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I'm now of an age where my memory isn't quite what it once was. At work, I have become highly skilled in feigning a detailed understanding of problems whilst frantically attempting to recall them from memory (it's working, they haven't found me out yet!). And when I came to revarnish my mast last weekend it was apparent that I could not recall the process that gave a glass finish last year. So I thought I'd write a quick article about it as an aide memoire for me next year, and also for anyone else looking at the task.

I should point out, I have tendency for perfectionism that is both a strength and an Achilles heel, and find anything less than a glass finish difficult to accept. So the attached instructions may be a little OTT, but perhaps a good start point.

The primary reason to varnish a carbon or fibreglass spar is to prevent UV damage to the fibres. If fibres are UV damaged, they become brittle and lose strength, and tend to bed into your hand when you handle the spar which isn't nice. Marine varnish contains UV inhibitors, which protect the spar. But the varnish itself degrades over time and hence needs replacement on a regular basis, for my boat its a job on the annual maintenance list. There are two choices for a varnish coating - single-pack and two-pack varnish - each of which has pro's and con's. Single-pack is an easier coating to apply, easier to get an acceptable finish, and easier to remove when you want to refinish. Two-pack is more difficult to apply, more difficult to get an acceptable finish, more difficult to remove, but lasts longer and so gets refinished less frequently. I've used both in the past, but now settled on single-pack as I'm happy to refinish my spars every year. If you choose to refinish using single-pack, this is what you need:

  1. A good quality marine polyurethane varnish (I use Blakes Duragloss)
  2. Thinners for the varnish.
  3. The best 2" paint brush that you are prepared to buy. If you are at the 'I can't believe that a brush can cost so much' type pricing, that's about right.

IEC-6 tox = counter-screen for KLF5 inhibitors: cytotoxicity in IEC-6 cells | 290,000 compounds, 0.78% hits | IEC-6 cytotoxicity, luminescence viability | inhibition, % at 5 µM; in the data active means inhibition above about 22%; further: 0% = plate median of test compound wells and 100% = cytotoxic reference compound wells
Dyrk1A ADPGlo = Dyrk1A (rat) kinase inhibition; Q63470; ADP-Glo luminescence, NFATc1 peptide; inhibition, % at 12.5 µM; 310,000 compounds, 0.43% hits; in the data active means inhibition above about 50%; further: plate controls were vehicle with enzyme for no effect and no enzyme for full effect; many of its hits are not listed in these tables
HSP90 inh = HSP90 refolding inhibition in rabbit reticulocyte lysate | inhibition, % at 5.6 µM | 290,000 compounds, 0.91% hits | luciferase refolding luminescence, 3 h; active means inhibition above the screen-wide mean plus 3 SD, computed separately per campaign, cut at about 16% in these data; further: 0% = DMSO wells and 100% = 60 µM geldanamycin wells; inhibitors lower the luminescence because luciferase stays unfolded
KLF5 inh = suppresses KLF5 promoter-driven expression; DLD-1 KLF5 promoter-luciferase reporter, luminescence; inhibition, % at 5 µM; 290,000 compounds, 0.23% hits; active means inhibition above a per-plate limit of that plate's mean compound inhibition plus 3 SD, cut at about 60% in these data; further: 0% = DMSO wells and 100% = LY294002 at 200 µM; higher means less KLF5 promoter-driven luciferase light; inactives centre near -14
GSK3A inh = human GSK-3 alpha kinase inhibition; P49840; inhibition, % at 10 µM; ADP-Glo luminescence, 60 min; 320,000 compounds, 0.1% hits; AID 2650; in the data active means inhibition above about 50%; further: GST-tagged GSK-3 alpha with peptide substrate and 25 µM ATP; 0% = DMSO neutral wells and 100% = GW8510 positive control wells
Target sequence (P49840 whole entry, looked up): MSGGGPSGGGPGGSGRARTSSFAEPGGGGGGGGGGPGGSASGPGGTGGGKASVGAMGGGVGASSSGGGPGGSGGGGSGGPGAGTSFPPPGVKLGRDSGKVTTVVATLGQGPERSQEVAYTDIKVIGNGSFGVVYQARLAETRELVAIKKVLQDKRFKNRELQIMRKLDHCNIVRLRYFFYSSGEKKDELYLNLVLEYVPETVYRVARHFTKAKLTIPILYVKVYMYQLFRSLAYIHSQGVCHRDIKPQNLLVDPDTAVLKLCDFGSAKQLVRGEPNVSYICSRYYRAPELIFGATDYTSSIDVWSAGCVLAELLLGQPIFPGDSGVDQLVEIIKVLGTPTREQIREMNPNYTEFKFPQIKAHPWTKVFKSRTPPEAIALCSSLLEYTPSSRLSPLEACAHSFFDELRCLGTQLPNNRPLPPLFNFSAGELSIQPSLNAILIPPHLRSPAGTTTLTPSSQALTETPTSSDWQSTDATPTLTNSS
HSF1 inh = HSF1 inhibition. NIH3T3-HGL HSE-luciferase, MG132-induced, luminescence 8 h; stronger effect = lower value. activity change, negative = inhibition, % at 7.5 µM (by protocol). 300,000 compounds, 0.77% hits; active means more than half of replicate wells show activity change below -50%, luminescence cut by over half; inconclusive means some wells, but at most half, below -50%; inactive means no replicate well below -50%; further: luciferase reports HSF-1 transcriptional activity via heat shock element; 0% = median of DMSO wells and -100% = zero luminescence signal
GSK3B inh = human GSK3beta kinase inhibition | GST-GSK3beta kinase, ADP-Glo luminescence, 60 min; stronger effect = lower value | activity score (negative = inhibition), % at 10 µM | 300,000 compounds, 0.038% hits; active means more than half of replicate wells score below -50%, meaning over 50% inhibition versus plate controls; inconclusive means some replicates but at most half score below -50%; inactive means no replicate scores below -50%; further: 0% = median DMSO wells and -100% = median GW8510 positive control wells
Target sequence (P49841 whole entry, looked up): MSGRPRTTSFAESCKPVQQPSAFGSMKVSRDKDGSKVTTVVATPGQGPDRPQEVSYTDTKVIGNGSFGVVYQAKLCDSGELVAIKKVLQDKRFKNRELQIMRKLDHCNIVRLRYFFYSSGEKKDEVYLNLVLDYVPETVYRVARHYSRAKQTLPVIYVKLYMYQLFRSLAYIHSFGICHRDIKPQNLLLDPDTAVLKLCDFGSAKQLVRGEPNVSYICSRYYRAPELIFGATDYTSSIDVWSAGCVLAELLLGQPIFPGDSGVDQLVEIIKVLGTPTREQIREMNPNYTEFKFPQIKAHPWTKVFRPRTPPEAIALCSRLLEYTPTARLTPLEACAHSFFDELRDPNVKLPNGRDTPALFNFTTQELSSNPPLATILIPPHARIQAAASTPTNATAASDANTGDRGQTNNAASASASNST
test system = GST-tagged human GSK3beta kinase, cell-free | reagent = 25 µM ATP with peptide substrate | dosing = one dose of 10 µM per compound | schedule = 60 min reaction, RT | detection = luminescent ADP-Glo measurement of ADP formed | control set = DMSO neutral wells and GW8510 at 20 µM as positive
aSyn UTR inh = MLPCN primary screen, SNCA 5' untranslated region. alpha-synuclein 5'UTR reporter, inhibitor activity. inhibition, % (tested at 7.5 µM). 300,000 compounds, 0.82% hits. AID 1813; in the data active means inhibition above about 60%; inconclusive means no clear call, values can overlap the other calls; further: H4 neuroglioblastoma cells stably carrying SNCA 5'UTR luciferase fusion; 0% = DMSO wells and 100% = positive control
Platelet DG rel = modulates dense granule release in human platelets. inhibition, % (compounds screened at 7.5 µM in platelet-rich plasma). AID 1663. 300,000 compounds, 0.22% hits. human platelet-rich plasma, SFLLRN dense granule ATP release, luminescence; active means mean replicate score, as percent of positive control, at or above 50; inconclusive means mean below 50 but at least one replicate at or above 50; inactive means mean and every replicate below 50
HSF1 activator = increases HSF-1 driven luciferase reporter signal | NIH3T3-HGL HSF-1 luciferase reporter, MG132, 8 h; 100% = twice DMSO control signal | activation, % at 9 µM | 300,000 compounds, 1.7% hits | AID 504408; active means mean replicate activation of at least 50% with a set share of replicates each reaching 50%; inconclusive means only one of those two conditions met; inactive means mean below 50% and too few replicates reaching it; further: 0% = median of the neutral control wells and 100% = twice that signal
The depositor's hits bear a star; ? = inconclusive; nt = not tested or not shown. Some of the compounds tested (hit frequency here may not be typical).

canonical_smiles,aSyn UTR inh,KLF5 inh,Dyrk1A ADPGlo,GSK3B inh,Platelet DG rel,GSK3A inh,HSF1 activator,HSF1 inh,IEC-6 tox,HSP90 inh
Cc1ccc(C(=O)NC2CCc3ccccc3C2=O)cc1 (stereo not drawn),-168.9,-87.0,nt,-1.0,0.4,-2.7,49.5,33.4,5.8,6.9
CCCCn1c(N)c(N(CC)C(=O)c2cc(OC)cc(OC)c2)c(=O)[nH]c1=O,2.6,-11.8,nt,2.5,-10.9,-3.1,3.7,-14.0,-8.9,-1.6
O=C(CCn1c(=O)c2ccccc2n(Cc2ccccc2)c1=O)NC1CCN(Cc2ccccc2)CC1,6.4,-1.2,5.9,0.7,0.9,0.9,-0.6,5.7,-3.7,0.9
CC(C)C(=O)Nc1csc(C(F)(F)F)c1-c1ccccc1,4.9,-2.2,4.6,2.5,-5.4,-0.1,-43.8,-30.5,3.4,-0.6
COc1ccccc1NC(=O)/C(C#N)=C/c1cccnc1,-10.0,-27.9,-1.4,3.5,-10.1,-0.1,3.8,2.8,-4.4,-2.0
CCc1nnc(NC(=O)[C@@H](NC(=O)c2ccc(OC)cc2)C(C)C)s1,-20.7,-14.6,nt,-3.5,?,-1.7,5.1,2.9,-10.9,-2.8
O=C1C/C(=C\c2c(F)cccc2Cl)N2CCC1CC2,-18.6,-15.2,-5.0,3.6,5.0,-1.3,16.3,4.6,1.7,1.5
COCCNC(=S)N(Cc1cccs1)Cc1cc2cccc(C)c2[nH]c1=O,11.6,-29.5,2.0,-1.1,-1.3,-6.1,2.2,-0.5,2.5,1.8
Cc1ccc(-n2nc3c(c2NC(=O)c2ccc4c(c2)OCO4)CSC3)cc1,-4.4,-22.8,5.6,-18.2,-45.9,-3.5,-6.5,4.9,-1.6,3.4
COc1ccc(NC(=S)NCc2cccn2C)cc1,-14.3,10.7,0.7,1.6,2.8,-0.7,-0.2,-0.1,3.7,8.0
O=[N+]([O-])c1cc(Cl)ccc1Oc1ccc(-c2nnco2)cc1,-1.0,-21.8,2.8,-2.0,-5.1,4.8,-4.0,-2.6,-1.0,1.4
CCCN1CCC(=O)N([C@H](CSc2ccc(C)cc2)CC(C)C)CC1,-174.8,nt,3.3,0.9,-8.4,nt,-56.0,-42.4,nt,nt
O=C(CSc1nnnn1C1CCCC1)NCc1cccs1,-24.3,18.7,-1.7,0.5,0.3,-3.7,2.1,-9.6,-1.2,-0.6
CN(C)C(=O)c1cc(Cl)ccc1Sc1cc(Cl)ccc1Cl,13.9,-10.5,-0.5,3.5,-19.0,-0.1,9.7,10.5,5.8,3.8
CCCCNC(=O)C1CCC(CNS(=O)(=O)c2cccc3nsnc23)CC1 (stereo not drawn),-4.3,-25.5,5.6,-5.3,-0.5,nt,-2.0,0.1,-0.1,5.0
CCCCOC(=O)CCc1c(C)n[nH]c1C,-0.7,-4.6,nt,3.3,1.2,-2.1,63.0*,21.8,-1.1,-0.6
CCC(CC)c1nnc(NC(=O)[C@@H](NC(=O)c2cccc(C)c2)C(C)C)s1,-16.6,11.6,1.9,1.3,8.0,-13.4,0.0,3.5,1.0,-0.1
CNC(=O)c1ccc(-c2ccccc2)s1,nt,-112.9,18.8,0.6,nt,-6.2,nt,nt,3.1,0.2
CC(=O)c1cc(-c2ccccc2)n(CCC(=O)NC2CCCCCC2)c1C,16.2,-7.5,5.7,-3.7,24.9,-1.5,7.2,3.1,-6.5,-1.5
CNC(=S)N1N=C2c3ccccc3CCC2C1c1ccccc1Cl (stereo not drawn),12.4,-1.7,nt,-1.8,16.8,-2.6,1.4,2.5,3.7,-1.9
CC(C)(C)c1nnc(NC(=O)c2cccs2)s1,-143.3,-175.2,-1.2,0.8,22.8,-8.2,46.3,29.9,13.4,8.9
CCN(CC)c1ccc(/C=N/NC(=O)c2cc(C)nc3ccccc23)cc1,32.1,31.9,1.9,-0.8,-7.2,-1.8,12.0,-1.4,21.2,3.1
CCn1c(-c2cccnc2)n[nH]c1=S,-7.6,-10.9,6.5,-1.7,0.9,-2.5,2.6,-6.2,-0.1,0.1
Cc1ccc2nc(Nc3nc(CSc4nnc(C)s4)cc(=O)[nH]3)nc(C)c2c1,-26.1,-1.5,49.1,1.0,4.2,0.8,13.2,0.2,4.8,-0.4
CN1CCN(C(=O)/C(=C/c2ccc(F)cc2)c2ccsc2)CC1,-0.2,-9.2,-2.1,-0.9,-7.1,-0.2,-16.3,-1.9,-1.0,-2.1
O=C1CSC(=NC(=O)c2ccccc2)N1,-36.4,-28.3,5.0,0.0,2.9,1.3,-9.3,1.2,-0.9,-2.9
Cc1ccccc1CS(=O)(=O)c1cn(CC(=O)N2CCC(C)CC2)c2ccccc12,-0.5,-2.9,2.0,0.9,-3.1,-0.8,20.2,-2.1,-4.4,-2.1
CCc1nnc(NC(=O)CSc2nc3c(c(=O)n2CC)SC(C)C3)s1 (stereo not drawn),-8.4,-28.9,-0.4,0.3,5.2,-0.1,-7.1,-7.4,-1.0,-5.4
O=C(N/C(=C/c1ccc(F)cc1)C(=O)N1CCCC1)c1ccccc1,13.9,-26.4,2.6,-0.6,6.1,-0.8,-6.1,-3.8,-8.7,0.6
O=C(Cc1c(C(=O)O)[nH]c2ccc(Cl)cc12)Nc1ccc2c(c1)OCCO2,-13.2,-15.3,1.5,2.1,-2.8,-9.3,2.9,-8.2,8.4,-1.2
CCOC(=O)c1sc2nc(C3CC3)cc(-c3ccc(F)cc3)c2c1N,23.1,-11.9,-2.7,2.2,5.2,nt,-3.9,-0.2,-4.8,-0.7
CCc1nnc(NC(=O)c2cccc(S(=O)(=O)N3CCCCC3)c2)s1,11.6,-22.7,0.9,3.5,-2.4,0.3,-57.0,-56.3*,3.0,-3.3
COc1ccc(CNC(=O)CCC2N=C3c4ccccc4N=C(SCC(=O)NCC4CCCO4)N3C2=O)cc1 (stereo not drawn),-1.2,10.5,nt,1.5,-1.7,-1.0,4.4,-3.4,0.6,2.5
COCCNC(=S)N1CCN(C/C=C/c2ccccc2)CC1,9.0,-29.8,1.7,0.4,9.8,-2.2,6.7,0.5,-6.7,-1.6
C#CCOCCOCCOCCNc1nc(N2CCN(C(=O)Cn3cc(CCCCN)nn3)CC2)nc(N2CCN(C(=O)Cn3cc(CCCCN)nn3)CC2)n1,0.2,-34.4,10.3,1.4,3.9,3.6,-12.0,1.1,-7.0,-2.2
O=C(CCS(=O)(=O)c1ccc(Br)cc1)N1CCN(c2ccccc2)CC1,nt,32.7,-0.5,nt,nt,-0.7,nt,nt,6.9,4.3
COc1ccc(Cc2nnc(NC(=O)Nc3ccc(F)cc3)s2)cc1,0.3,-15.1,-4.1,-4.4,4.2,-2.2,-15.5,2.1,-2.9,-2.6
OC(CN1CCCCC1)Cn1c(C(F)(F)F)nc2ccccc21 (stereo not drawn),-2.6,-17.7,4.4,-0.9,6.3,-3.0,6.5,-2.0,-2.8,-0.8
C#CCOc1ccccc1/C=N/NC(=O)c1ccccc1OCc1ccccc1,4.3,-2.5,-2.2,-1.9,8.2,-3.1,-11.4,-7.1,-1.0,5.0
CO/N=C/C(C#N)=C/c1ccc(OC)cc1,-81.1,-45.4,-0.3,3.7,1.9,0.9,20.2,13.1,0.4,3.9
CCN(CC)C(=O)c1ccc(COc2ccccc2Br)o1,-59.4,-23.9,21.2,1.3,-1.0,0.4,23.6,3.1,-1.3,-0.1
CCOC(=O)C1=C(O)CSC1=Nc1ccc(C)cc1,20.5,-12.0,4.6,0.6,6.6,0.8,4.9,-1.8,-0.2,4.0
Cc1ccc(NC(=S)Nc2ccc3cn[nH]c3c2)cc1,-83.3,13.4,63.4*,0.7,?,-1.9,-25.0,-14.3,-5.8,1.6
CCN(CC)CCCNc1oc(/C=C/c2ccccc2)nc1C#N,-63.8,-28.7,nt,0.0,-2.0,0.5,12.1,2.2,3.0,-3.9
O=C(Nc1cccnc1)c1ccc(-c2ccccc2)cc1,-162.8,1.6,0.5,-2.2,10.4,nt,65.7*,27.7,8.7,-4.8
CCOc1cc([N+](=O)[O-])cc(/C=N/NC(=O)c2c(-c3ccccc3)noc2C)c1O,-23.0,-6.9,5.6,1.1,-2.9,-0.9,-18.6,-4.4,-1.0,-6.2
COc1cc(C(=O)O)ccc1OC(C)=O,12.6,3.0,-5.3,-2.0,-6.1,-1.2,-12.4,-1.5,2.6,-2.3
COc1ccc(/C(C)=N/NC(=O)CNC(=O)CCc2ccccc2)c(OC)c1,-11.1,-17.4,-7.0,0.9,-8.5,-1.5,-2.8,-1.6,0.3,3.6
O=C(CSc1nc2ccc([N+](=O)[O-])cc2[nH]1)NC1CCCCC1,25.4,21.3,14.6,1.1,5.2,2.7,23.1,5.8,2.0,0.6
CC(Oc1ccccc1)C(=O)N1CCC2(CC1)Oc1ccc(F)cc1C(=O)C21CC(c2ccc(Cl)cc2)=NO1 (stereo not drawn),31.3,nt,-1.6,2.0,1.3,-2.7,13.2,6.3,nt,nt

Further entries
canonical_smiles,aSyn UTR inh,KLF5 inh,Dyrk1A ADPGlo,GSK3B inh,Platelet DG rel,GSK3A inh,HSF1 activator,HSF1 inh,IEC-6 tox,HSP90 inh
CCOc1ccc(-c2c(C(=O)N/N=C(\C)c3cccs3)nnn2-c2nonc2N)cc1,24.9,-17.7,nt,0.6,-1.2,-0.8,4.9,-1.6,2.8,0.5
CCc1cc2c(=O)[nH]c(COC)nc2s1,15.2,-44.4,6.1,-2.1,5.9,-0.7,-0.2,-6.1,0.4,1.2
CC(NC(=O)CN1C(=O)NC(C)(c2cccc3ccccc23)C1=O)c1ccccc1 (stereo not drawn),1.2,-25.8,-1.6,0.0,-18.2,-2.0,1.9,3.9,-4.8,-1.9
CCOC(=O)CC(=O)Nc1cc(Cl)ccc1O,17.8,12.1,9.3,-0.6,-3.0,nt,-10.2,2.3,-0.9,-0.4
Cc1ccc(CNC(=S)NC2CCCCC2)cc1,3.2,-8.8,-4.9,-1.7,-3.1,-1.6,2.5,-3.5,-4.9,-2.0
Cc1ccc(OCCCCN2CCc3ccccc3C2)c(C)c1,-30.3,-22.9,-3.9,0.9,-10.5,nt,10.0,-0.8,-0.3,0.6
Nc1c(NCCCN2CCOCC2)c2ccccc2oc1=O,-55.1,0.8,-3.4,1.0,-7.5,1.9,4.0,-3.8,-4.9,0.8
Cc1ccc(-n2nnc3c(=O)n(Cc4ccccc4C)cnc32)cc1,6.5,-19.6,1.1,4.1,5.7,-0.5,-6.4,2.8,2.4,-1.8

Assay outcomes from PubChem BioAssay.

4. Some dust free containers to mix your varnish (jam jars etc)
  5. Good quality masking tape, again the money seems excessive but it is ultimately worth it.
  6. Lots of wet and dry sandpaper from 240 grit to 600 or 800 grit. And a bucket and sponge
You also need to hang your spar level, and be able to access the full length of the spar. A set up that allows you to easily turn the spar to varnish is useful:

So the process to refinish:

  1. If the existing varnish is not too bad, sand back using 240 grit wet and dry. Take care not to sand back into the fibres of the spar, but be sure to remove all the imperfections and dings that have blighted your spar over the past year. Keep working until you think the preparation is as close to perfect as possible- any defects left at this point just mean more work later. If you are worried about minor 240-grit scratches showing through your varnish, work up through wet and dry grades to 600/800, but again be careful not to sand into the spar.
  2. Wash the spar several times with water, until you are confident that it is perfectly clean. Mask fittings etc with your good quality masking tape. Wipe the mast with a tack cloth. Wipe the mast with a cloth moistened with thinners immediately prior to varnishing to get rid of any final traces of dust and 'activate' any old varnish.
  3. Wait for the following conditions: 15 degrees C (ish), spar not hot to the touch, preferably no direct sunlight, dry conditions for at least 6 hours (no rain or dew), no wind. Apply a coat of varnish. Irrespective of directions on the tin, I always thin the varnish by 5-15% so that it flows nicely, and go for thin coats.
  4. Read the overcoating instructions on the tin, and apply a further coat before the 'max overcoating' time.
  5. Stand back from the mast, and start worrying about where all those varnishing defects have come from. Flat back the varnish - if your preparation was near perfect first time round you might be able to flat back with 600 grit, if not you may need coarser grits.
  6. You are looking to get to a point where the whole mast is coated with flatted-back varnish, no runs or other defects. If you are not at this point go to (2) and try again. May take several iterations.
  7. Time to apply the final top coat. Get obsessive about the conditions outlined in (3). Get everything as clean as possible, accept no defects. Be sure to thin your varnish.
  8. Just after the final coat is applied, turn the spar through 90 degrees every minute or so, whilst the solvents flash off. This helps to stop runs forming and makes it easier for the varnish to flow. .
  9. Decide whether the finish is good enough, and repeat steps above as necessary.
The whole process takes me 4 hours or so, but that's on a spar that is regularly maintained. As soon as this gets down to our club it will be surrounded by 400 and Laser sailors all looking to find little defects, but I shall rise above it!

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